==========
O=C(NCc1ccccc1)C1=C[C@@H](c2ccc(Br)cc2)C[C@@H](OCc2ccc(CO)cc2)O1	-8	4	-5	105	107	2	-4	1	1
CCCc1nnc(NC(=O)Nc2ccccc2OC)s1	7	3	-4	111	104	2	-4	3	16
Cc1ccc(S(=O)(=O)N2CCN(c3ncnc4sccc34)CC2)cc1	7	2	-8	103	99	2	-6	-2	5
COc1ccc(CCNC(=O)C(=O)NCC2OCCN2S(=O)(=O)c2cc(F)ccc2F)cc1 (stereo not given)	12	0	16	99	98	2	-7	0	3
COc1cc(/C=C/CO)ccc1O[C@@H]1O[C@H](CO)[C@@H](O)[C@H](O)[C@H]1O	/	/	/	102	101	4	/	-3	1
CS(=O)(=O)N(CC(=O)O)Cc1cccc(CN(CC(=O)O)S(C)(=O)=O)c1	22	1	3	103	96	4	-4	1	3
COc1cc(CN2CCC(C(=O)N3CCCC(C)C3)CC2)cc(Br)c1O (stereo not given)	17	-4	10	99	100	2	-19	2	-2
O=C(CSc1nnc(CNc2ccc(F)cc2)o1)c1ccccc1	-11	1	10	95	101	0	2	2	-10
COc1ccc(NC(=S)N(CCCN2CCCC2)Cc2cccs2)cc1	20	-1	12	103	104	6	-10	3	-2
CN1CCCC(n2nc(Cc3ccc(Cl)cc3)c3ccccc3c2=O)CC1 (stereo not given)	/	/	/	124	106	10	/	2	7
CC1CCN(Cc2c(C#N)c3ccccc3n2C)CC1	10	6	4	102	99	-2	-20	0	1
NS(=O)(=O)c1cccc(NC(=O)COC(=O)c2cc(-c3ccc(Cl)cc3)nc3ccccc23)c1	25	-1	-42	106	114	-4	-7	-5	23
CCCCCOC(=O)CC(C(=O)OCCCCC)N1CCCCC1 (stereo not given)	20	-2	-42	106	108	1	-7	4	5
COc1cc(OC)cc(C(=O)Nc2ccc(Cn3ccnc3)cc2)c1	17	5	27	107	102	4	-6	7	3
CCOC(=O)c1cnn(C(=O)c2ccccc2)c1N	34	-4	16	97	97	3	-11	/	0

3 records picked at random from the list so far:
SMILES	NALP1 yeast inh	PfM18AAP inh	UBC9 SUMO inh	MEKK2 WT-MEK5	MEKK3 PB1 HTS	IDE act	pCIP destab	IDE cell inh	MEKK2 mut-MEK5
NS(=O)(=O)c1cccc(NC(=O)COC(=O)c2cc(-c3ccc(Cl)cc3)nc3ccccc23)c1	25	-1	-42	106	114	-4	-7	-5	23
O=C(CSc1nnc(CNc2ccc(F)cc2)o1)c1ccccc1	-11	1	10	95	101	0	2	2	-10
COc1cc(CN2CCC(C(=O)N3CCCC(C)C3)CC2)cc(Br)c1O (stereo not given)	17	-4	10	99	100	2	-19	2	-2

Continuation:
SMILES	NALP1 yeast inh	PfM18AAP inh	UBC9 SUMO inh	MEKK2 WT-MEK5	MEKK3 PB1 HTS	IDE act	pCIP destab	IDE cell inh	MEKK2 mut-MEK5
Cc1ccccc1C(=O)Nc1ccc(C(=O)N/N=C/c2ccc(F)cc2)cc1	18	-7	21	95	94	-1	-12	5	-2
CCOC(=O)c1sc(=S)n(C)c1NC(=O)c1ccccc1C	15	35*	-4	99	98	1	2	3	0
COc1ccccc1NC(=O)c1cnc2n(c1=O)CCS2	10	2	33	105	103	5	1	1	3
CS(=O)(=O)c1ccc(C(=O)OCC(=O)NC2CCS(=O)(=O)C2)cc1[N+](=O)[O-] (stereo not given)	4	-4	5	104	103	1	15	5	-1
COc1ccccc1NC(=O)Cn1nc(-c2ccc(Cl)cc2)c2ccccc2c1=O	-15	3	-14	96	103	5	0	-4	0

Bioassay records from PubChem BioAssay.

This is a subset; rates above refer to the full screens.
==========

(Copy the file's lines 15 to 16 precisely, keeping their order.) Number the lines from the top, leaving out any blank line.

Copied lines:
CCOC(=O)c1cnn(C(=O)c2ccccc2)c1N	34	-4	16	97	97	3	-11	/	0

3 records picked at random from the list so far: